Biden takes tougher line with Netanyahu but Gaza ceasefire remains elusive

In an interview aired on Tuesday, the US President said Prime Minister Benjamin Netanyahu is making 'a mistake' in his handling of the war

US President Joe Biden visits Israel on October 18 last year in a show of support after the Hamas attack. Reuters
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On February 26, President Joe Biden said he was hopeful a six-week ceasefire and hostage-release deal would soon be brokered in Gaza, before the start of Ramadan.

But on Wednesday, the first day of Eid, the holiday marking the end of the Muslim fasting month, a ceasefire seemed more elusive than ever as an Israeli air strike killed three sons of Hamas's top political leader Ismail Haniyeh and three of his grandchildren.

During Ramadan, the death toll in Gaza has mounted and the humanitarian situation has only grown worse. The fate of the hostages taken by Hamas and other militant groups is largely unknown.

Internationally mediated ceasefire talks are taking place in Cairo and US officials this week said an offer has been handed to Hamas.

“Hamas, they need to move on the proposal that has been made,” Mr Biden said on Wednesday during a joint news conference with Japan's Prime Minister Fumio Kishida.

Mr Biden, who is running for re-election in November, has become increasingly critical of Israeli Prime Minister Benjamin Netanyahu.

“I have been very blunt, straightforward with [Mr Netanyahu],” Mr Biden said on Wednesday. “We’ll see what he does in terms of meeting the commitments he made to me.”

More than 33,000 Palestinians have been killed since October 7, according to authorities in Gaza, and a famine is looming, even amid efforts in recent days to increase the flow of aid.

Last week, the Israeli military killed seven World Central Kitchen aid workers in Gaza. Israel said it had mistakenly thought they were Hamas operatives.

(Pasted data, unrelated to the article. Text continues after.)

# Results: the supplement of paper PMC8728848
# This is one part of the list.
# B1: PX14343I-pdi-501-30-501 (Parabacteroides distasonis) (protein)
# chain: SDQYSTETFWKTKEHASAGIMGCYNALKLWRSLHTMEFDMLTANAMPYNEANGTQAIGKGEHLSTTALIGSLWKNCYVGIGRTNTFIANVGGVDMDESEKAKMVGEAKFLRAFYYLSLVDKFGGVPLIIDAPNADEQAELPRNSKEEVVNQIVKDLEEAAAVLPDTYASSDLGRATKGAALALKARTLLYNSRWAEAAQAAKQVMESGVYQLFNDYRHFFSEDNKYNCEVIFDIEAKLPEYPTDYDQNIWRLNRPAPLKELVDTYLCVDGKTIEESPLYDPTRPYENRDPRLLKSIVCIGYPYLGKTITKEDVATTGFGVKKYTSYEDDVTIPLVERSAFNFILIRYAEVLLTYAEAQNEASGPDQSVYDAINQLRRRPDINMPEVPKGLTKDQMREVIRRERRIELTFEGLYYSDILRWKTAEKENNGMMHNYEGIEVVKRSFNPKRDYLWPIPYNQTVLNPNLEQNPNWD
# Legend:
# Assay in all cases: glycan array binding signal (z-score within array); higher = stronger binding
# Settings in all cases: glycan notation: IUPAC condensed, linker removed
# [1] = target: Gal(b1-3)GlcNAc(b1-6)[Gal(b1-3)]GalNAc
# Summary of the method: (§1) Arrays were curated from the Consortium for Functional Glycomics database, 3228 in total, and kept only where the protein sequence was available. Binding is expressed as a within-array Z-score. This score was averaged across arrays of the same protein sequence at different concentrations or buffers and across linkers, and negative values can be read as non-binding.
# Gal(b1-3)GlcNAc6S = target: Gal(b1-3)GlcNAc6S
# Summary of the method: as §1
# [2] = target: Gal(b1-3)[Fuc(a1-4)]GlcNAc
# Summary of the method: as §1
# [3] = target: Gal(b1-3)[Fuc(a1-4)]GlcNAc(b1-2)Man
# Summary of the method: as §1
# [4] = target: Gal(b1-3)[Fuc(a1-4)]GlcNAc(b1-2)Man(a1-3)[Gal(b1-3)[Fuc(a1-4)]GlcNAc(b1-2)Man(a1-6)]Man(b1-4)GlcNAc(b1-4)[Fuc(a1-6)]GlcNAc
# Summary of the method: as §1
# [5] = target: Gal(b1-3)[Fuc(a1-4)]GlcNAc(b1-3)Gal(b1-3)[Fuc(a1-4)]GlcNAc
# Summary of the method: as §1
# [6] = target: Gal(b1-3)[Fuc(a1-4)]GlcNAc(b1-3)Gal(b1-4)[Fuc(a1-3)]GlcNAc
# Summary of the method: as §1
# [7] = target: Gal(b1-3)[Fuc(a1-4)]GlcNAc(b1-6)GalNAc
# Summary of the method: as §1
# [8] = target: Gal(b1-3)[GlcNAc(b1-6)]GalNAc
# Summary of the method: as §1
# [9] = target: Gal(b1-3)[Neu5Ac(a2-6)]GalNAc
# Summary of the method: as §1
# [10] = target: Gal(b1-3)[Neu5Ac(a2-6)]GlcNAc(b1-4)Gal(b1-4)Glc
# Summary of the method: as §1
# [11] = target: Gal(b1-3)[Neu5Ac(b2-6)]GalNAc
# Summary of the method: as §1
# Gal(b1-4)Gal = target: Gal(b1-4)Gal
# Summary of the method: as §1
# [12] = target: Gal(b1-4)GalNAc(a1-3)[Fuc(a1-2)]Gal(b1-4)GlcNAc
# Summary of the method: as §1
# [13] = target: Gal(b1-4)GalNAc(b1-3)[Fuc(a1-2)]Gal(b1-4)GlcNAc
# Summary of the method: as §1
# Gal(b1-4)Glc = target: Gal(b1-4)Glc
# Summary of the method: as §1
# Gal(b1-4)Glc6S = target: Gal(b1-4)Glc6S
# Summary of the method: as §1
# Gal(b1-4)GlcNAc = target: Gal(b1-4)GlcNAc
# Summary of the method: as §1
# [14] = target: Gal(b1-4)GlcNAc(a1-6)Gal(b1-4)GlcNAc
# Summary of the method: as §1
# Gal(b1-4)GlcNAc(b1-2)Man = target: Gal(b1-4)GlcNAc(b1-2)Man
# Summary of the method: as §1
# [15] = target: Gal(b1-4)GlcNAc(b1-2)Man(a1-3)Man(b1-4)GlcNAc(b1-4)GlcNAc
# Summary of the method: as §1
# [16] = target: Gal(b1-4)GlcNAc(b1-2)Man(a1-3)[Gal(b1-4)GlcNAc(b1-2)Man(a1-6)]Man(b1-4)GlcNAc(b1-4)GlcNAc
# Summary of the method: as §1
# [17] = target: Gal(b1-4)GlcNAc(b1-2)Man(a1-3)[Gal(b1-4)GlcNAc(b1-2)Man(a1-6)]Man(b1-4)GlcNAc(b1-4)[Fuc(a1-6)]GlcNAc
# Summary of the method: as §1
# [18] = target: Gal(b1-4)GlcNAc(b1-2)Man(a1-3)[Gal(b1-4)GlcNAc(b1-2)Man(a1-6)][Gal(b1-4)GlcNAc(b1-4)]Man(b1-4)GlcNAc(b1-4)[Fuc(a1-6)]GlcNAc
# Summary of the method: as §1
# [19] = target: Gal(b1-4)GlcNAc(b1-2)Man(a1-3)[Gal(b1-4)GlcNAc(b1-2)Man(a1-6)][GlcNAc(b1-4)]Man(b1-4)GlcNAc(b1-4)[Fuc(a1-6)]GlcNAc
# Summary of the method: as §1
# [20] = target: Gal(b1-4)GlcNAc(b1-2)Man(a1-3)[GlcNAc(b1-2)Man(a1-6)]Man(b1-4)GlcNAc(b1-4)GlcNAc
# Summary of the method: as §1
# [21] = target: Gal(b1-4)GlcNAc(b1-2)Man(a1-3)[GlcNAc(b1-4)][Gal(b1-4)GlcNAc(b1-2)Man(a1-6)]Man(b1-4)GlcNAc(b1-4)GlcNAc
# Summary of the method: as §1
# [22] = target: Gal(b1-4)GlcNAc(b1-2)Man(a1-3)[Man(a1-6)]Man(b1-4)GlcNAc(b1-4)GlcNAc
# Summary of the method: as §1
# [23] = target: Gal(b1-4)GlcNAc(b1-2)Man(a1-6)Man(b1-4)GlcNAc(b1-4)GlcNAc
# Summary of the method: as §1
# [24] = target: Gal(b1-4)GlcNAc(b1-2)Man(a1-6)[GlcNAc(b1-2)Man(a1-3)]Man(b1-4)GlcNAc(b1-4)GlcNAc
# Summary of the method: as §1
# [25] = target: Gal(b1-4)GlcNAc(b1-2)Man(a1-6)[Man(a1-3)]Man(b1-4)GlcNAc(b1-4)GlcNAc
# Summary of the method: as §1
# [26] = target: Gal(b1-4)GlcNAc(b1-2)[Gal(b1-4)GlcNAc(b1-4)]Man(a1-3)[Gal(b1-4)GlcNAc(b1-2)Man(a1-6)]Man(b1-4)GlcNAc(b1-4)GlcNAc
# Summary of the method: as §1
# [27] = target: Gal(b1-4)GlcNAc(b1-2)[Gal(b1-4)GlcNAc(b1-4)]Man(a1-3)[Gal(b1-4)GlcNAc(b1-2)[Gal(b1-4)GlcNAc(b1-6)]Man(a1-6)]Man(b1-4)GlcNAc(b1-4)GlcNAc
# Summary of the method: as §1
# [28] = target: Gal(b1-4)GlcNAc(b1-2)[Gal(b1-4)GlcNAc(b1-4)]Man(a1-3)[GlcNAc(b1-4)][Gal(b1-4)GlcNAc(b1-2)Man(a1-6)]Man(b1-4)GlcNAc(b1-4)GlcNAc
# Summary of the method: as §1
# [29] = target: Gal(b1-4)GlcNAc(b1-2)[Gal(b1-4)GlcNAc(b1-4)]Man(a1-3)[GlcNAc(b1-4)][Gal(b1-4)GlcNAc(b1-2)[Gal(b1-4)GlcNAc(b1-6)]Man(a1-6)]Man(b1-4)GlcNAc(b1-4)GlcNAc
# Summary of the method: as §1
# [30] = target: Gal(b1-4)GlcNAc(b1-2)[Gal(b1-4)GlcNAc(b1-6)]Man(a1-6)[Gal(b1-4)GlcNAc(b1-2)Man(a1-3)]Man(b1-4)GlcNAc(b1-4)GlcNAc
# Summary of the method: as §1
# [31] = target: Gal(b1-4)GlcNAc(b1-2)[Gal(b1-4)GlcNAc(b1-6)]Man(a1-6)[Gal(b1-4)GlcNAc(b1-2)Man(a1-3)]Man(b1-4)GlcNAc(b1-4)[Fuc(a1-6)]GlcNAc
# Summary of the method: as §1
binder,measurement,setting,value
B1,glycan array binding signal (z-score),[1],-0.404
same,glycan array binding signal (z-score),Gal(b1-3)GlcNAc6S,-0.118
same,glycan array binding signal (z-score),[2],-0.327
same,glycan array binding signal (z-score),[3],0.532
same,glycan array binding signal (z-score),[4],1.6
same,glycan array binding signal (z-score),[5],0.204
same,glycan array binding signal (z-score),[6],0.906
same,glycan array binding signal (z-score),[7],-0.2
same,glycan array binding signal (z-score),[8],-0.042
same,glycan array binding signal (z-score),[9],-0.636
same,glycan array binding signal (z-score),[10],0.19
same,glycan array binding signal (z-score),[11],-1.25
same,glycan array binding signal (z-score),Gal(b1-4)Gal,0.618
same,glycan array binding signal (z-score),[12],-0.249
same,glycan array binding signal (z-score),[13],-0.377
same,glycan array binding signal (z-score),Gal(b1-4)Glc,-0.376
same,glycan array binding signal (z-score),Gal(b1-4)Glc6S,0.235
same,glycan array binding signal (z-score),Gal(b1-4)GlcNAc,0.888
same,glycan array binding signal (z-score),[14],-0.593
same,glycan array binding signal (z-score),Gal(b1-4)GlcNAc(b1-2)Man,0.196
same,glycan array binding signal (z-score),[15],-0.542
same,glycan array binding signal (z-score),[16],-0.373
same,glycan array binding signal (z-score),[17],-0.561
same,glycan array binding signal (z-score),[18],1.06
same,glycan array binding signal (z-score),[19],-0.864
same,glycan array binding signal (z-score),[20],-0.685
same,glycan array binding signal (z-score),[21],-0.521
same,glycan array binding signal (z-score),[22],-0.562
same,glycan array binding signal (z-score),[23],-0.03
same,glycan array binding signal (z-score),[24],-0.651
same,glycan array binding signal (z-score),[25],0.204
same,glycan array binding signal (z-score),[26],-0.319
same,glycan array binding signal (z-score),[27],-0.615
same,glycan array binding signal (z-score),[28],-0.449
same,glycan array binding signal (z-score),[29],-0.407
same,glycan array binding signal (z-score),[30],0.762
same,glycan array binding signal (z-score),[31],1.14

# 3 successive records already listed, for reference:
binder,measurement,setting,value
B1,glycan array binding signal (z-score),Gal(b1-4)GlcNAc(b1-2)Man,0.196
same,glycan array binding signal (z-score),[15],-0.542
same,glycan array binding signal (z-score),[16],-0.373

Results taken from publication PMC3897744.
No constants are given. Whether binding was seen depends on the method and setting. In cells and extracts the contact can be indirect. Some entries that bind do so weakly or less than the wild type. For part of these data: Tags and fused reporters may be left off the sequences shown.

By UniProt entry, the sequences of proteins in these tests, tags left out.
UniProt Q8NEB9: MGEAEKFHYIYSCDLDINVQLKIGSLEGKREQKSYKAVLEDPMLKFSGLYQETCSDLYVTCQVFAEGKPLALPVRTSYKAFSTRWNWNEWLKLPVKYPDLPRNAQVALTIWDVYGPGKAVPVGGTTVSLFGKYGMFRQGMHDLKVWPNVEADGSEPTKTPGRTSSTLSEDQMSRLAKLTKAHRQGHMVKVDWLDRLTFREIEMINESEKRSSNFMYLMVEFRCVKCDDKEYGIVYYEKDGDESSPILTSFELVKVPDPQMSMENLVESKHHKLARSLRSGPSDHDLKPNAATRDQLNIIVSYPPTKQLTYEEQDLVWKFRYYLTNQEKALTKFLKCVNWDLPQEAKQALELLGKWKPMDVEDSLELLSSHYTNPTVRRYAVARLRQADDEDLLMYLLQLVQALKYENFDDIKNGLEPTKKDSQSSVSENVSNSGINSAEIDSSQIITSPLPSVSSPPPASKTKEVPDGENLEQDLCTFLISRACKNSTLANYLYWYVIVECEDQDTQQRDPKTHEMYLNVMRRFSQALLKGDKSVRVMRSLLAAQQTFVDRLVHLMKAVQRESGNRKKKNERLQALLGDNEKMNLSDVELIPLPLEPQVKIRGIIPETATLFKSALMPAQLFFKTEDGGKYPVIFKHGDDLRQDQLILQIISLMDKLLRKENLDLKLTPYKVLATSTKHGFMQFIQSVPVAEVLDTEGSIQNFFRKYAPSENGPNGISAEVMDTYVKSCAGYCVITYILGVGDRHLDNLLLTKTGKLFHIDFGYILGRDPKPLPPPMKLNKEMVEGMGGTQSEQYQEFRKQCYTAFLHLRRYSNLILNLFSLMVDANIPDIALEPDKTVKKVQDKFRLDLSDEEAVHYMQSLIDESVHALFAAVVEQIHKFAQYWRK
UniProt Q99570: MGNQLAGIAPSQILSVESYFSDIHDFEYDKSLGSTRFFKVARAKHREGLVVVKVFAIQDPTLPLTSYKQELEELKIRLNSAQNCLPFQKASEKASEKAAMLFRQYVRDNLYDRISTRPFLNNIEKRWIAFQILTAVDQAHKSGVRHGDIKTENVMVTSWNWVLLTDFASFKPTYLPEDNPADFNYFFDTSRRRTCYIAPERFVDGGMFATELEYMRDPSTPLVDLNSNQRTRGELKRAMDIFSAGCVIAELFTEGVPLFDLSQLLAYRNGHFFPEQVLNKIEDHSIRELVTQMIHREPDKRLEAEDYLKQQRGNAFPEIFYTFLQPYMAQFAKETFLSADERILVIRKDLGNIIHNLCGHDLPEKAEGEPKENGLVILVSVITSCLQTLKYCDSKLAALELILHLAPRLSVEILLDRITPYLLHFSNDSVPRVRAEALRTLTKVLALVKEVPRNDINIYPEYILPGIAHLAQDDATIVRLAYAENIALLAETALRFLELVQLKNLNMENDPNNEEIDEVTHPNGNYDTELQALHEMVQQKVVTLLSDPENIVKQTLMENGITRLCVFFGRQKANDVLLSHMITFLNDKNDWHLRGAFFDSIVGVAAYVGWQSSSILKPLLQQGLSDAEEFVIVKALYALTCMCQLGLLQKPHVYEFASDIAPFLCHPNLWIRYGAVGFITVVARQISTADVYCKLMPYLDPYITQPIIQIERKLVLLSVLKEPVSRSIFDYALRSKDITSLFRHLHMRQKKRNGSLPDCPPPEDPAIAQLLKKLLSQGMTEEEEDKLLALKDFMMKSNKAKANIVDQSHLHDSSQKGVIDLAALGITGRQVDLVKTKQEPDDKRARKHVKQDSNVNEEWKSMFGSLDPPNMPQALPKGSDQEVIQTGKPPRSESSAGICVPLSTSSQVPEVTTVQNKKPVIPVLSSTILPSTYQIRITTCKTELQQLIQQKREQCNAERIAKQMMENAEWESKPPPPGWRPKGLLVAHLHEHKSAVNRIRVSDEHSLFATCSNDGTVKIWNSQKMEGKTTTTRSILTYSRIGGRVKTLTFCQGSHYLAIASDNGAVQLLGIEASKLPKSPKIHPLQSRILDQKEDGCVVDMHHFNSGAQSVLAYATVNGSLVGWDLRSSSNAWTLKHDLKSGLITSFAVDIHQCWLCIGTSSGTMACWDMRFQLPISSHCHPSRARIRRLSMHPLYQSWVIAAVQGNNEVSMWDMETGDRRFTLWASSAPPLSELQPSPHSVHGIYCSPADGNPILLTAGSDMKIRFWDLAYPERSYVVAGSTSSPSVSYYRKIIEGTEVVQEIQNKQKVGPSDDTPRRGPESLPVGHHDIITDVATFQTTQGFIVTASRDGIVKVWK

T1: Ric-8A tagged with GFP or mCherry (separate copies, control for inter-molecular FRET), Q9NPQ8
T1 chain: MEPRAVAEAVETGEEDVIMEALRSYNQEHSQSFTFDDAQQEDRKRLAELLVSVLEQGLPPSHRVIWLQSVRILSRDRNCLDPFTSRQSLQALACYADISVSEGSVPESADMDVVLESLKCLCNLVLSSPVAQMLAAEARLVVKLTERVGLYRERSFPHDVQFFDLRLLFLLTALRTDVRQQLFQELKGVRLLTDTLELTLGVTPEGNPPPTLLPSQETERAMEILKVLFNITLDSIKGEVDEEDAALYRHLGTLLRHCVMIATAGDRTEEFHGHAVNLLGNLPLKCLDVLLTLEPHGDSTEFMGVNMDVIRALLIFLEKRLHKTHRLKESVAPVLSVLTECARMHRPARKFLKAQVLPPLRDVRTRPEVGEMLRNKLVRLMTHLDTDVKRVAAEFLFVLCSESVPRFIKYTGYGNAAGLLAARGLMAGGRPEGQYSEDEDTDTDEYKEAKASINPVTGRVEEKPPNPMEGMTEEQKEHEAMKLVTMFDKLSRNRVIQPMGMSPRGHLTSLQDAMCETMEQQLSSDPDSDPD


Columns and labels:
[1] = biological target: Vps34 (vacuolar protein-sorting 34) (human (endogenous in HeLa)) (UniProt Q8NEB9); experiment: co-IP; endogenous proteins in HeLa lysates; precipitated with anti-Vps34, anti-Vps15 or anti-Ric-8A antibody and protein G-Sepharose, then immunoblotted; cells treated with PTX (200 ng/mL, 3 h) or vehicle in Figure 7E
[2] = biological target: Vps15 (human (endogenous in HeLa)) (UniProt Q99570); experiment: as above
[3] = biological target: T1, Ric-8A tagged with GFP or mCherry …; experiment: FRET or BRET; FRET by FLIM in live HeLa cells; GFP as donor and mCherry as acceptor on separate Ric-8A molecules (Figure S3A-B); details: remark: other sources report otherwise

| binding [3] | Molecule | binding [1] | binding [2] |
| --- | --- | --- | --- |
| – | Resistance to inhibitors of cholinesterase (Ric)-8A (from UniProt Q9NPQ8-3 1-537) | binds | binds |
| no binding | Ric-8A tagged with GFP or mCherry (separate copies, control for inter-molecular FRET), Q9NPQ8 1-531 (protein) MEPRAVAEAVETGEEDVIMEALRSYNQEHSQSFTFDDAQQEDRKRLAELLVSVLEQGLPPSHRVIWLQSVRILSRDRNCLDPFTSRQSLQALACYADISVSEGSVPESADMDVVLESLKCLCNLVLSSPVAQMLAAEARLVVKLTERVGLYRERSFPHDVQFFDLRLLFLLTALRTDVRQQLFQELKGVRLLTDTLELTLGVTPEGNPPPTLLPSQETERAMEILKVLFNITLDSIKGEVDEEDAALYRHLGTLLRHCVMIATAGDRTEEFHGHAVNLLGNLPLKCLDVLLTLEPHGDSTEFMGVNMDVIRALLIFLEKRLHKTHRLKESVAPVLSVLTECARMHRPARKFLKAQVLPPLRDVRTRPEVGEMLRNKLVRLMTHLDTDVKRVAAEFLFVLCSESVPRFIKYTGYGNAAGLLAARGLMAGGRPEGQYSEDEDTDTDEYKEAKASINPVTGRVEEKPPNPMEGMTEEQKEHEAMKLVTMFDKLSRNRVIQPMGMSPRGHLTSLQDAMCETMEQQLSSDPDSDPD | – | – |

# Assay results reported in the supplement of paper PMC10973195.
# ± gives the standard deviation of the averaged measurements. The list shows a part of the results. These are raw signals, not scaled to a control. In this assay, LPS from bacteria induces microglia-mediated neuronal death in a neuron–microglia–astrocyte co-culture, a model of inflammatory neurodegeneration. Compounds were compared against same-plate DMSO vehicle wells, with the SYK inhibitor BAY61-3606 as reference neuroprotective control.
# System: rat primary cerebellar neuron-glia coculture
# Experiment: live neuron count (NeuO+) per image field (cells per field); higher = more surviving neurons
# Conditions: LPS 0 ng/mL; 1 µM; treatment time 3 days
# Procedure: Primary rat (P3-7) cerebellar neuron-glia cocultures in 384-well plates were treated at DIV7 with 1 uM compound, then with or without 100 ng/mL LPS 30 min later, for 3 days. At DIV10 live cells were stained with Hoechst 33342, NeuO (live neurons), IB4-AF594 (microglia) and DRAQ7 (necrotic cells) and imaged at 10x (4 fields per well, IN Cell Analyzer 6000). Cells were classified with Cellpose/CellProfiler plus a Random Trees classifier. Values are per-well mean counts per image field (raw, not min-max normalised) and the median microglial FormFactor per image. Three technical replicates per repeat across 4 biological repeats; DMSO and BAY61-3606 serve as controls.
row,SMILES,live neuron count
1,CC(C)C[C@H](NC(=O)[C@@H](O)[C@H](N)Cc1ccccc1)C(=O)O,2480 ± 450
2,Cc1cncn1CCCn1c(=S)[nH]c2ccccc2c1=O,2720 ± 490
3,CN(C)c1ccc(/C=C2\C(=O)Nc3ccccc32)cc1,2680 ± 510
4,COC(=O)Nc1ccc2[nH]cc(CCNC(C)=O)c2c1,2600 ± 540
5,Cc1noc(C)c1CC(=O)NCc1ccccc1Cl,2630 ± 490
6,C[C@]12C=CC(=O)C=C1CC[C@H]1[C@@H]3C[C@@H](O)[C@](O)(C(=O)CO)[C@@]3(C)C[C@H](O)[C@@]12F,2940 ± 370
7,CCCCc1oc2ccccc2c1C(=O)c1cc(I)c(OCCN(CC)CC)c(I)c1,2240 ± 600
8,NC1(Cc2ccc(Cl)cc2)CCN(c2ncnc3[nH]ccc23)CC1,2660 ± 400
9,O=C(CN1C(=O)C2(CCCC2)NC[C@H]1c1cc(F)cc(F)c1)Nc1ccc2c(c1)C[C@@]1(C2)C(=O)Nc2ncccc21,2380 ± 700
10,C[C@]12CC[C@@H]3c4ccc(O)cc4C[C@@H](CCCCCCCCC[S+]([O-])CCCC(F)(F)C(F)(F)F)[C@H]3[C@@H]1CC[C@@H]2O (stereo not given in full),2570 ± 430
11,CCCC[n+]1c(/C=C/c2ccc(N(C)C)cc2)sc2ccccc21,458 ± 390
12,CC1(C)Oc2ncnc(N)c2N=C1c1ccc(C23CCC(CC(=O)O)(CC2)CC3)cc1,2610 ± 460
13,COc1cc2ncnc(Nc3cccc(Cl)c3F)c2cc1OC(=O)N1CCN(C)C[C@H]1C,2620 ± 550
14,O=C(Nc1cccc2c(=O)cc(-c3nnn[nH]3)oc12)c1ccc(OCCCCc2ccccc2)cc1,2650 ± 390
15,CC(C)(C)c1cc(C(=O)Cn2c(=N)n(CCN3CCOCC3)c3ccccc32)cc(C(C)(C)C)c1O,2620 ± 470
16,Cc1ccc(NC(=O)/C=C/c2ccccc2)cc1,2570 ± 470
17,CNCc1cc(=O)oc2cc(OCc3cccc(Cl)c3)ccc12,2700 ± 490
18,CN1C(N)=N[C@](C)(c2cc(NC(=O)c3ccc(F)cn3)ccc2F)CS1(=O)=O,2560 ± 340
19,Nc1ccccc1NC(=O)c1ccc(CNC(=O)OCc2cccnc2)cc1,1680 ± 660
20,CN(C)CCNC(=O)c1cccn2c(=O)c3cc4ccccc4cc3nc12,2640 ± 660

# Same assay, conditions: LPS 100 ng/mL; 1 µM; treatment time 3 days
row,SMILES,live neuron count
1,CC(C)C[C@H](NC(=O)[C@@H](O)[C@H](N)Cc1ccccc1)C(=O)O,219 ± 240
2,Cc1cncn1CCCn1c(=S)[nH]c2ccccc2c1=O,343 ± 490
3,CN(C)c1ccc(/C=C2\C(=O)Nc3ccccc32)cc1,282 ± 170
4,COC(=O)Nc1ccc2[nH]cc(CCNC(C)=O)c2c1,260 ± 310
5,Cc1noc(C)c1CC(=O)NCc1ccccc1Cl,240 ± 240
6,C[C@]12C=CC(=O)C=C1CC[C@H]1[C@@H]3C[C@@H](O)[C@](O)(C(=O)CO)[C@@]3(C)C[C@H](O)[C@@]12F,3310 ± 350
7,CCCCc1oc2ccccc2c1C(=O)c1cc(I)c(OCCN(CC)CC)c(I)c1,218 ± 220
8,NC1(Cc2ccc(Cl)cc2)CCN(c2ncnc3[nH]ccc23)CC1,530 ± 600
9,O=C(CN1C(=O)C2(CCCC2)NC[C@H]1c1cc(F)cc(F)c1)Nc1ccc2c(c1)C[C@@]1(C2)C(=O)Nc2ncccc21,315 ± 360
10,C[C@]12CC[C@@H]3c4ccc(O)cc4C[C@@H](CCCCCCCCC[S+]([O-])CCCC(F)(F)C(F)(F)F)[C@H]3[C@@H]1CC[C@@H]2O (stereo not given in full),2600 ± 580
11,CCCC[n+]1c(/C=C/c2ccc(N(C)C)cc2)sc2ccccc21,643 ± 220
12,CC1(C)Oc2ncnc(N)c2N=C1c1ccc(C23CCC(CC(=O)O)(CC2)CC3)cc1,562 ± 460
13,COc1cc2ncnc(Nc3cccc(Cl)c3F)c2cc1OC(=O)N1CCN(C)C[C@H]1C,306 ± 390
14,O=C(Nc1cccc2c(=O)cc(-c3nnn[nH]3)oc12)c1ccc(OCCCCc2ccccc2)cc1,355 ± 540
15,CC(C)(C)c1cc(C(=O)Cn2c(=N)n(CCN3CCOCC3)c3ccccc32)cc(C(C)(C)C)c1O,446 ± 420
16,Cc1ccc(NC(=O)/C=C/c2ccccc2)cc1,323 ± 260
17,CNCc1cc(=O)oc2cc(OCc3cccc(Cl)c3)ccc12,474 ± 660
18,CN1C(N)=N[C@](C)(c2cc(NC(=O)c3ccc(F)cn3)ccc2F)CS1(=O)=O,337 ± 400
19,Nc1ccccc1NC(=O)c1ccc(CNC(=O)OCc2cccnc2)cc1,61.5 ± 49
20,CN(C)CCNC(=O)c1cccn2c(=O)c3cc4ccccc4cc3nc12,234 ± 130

“I think what [Mr Netanyahu] is doing is a mistake, I don’t agree with his approach,” Mr Biden said in an interview with a Spanish-language broadcaster aired on Tuesday.

He urged Israel to call for a six-to-eight-week ceasefire and allow humanitarian aid to freely move into the Gaza Strip.

“There's no excuse to not provide for the medical and the food needs of those people – this should be done now,” he added.

Experts say the shift in tone is significant, though so far, it has not been backed up by policy changes.

“While the rhetorical shifts are important, it's more important for President Biden to take action to ensure that Israel is held accountable for its violations of US law and international law, which means cutting off us weapons to Israel,” said Josh Ruebner, adjunct professor of justice and peace studies at Georgetown University.

“It should be a very clear cut decision that the Biden administration should take,” Mr Ruebner told The National.

Since the October 7 Hamas attacks on Israel that killed about 1,200 people, according to Israeli counts, Mr Biden has been an unequivocal supporter of Israel, enabling arms sales and resisting international and domestic calls to support a permanent ceasefire.

Meanwhile Mr Netanyahu faces a growing protest movement at home, primarily over the plight of the hostages that remain captivity after more than six months.

“For pretty much every Israeli who does not support the current government, the worst case scenario is that the government continues, the war completely isolates Israel and we lose all our major allies, who eventually stop sending arms meaning Israel loses the ability to achieve anything,” Israeli pollster Dahlia Scheindlin told The National.

“Two thirds of Israelis want early elections, because roughly they think that this government is leading Israel towards that worst-case scenario.”

After the attack on the World Central Kitchen aid workers, Israeli troops withdrew from the Gazan city of Khan Younis and unprecedented amounts of humanitarian aid crossed into the strip.

The seeming sudden change to Israel’s war strategy sparked anger among Mr Netanyahu’s far-right political allies, who have accused him of weakening the war effort and abandoning a planned invasion of the southern Gazan city of Rafah. Washington opposes such a move unless plans are in place to protect the more than one million people sheltering in the southern city.

Gaza analyst Talal Awkal called the withdrawal a political manoeuvre aimed at demonstrating to mediators that Israel is responding to American demands for progress in the hostage talks, and therefore put pressure on Hamas.

“But the war is not over, and they might well come to Rafah later on to get what Netanyahu has called ‘complete victory’,” Mr Awkal told The National.

“Netanyahu is really in a corner because of US and international pressure.”

Updated: April 10, 2024, 8:14 PM